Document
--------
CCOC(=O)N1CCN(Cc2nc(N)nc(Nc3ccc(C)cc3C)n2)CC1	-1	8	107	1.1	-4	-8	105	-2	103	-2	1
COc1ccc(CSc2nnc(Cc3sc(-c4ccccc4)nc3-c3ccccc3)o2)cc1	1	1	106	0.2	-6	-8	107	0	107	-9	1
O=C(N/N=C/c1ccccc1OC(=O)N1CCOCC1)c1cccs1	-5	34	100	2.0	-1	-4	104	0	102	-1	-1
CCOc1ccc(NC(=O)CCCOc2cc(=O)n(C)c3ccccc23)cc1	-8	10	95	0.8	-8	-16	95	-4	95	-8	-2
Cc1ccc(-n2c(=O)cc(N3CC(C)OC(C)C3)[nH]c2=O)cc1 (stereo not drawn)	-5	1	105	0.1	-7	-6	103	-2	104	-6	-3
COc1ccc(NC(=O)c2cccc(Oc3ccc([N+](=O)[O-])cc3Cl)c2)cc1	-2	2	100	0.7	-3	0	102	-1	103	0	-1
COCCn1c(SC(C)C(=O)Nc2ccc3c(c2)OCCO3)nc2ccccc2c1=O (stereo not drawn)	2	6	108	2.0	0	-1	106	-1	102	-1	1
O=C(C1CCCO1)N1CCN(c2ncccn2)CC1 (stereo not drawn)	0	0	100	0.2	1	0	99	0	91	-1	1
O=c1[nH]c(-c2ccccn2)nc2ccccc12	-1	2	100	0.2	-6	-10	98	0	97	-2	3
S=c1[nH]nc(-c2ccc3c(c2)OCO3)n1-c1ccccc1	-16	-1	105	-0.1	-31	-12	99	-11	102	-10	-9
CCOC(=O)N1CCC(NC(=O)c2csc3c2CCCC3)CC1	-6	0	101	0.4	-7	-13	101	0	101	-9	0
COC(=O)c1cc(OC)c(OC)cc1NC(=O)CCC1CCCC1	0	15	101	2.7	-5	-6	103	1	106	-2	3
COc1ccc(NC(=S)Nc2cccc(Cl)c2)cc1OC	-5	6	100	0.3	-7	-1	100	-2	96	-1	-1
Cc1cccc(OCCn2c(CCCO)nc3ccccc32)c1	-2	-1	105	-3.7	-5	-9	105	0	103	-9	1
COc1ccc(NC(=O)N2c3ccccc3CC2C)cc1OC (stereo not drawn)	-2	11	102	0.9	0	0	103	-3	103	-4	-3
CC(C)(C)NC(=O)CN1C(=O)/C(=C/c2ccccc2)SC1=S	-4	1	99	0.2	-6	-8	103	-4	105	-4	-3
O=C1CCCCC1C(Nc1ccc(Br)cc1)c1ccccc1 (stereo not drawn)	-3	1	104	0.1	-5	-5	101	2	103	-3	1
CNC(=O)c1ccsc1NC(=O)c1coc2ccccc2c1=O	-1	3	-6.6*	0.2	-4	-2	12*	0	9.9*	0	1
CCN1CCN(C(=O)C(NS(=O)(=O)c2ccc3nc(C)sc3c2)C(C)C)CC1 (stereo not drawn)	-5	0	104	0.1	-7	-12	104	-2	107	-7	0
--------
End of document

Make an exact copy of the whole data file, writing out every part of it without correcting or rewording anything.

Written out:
CCOC(=O)N1CCN(Cc2nc(N)nc(Nc3ccc(C)cc3C)n2)CC1	-1	8	107	1.1	-4	-8	105	-2	103	-2	1
COc1ccc(CSc2nnc(Cc3sc(-c4ccccc4)nc3-c3ccccc3)o2)cc1	1	1	106	0.2	-6	-8	107	0	107	-9	1
O=C(N/N=C/c1ccccc1OC(=O)N1CCOCC1)c1cccs1	-5	34	100	2.0	-1	-4	104	0	102	-1	-1
CCOc1ccc(NC(=O)CCCOc2cc(=O)n(C)c3ccccc23)cc1	-8	10	95	0.8	-8	-16	95	-4	95	-8	-2
Cc1ccc(-n2c(=O)cc(N3CC(C)OC(C)C3)[nH]c2=O)cc1 (stereo not drawn)	-5	1	105	0.1	-7	-6	103	-2	104	-6	-3
COc1ccc(NC(=O)c2cccc(Oc3ccc([N+](=O)[O-])cc3Cl)c2)cc1	-2	2	100	0.7	-3	0	102	-1	103	0	-1
COCCn1c(SC(C)C(=O)Nc2ccc3c(c2)OCCO3)nc2ccccc2c1=O (stereo not drawn)	2	6	108	2.0	0	-1	106	-1	102	-1	1
O=C(C1CCCO1)N1CCN(c2ncccn2)CC1 (stereo not drawn)	0	0	100	0.2	1	0	99	0	91	-1	1
O=c1[nH]c(-c2ccccn2)nc2ccccc12	-1	2	100	0.2	-6	-10	98	0	97	-2	3
S=c1[nH]nc(-c2ccc3c(c2)OCO3)n1-c1ccccc1	-16	-1	105	-0.1	-31	-12	99	-11	102	-10	-9
CCOC(=O)N1CCC(NC(=O)c2csc3c2CCCC3)CC1	-6	0	101	0.4	-7	-13	101	0	101	-9	0
COC(=O)c1cc(OC)c(OC)cc1NC(=O)CCC1CCCC1	0	15	101	2.7	-5	-6	103	1	106	-2	3
COc1ccc(NC(=S)Nc2cccc(Cl)c2)cc1OC	-5	6	100	0.3	-7	-1	100	-2	96	-1	-1
Cc1cccc(OCCn2c(CCCO)nc3ccccc32)c1	-2	-1	105	-3.7	-5	-9	105	0	103	-9	1
COc1ccc(NC(=O)N2c3ccccc3CC2C)cc1OC (stereo not drawn)	-2	11	102	0.9	0	0	103	-3	103	-4	-3
CC(C)(C)NC(=O)CN1C(=O)/C(=C/c2ccccc2)SC1=S	-4	1	99	0.2	-6	-8	103	-4	105	-4	-3
O=C1CCCCC1C(Nc1ccc(Br)cc1)c1ccccc1 (stereo not drawn)	-3	1	104	0.1	-5	-5	101	2	103	-3	1
CNC(=O)c1ccsc1NC(=O)c1coc2ccccc2c1=O	-1	3	-6.6*	0.2	-4	-2	12*	0	9.9*	0	1
CCN1CCN(C(=O)C(NS(=O)(=O)c2ccc3nc(C)sc3c2)C(C)C)CC1 (stereo not drawn)	-5	0	104	0.1	-7	-12	104	-2	107	-7	0